On December 6th, 1989, Marc Lépine went on a shooting rampage at the École Polytechnique in Montreal, killing fourteen engineering students and injuring many others before committing suicide. While the case resembled many other school shootings, it has been for long a symbol of the need to fight violence against women since Lépine’s victims had one thing in common: they were all women. In his suicide note, Lépine blamed women for the failures in his life and explained why he wanted to kill women in particular and why he chose an engineering school, considered a male domain, as the site of his last stand against women and women’s rights.
After the massacre that shocked a nation, tributes were erected across Canada and women’s groups were able to lobby for the successful introduction of a long gun registry to control the availability of firearms. Every year, on this date, the subject of violence against women and women’s rights in general resurface but if you read the coverage of this year’s anniversary on the Globe and Mail, Toronto Star, or even the CBC, a sad reality comes to the fore: how little has changed and how we have actually suffered set backs. The Toronto Star editorial points out how feminism has become a pejorative term while the Globe and Mail interviews one of the survivors who sees a recent bill to discontinue the gun registry (which has been passing successfully through the House of Commons) as a “slap in the face”. Twenty years later and women are still murdered by their fathers, husbands and boyfriends. Even in Canada, women are still paid less than men for doing the same job.Our conservative government has quietly cut support to the Status of Women Canada, which provides funding to community groups working to combat violence against women. The government has also made it more difficult for women to fight for equal pay.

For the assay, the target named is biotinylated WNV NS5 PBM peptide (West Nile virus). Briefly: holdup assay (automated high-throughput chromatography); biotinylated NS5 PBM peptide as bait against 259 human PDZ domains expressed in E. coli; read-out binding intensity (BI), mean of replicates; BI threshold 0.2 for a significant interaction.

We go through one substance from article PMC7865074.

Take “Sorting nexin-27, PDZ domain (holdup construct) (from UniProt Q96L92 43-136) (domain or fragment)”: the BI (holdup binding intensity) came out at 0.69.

People like Stephen Lewis, Greg Mortenson, and Nicholas Kristoff have all been pointing out that the great human rights issue of the 21st century is the treatment of women across the globe, particularly in the developing world. Many of the challenges affecting the globe today such as terrorism, over population, health crisis, poverty, etc can be addressed by supporting and educating women. Greg Mortenson, who has dedicated his life to building schools in remote areas of Pakistan and Afghanistan, has shown that when you educate a boy, he leaves his village seeking better opportunities but when you educate a girl, her whole village benefits as she applies that education not only to her own family but to the whole community. Stephen Lewis’ work to draw attention to the plight of the HIV/AIDS epidemic in Africa has shown that the epidemic is also gendered – women are infected in disproportionate numbers and it is grandmothers who bear the burden of raising the next generation. In Half the Sky, Nicholas Kristoff and Sheryl WuDunn lay out the three main issues plaguing women around the world today: sex trafficking and forced prostitution; gender-based violence including honor killings and mass rape; maternal mortality, which needlessly claims one woman a minute.
In this holiday season, think about how you can get informed and help at the local or international level. One simple way is to lend money through Kiva to women in the developing world who are trying to raise their families and ensure the education of their children. You can find many other suggestions in the Half the Sky Movement website, the Stephen Lewis Foundation, or Greg Mortenson’s site. At the very least, honour the women killed in Montreal in 1989 by educating your boys and girls to see women as being as worthy of life and respect as men, and if you are Canadian, write to your MP about the gun registry.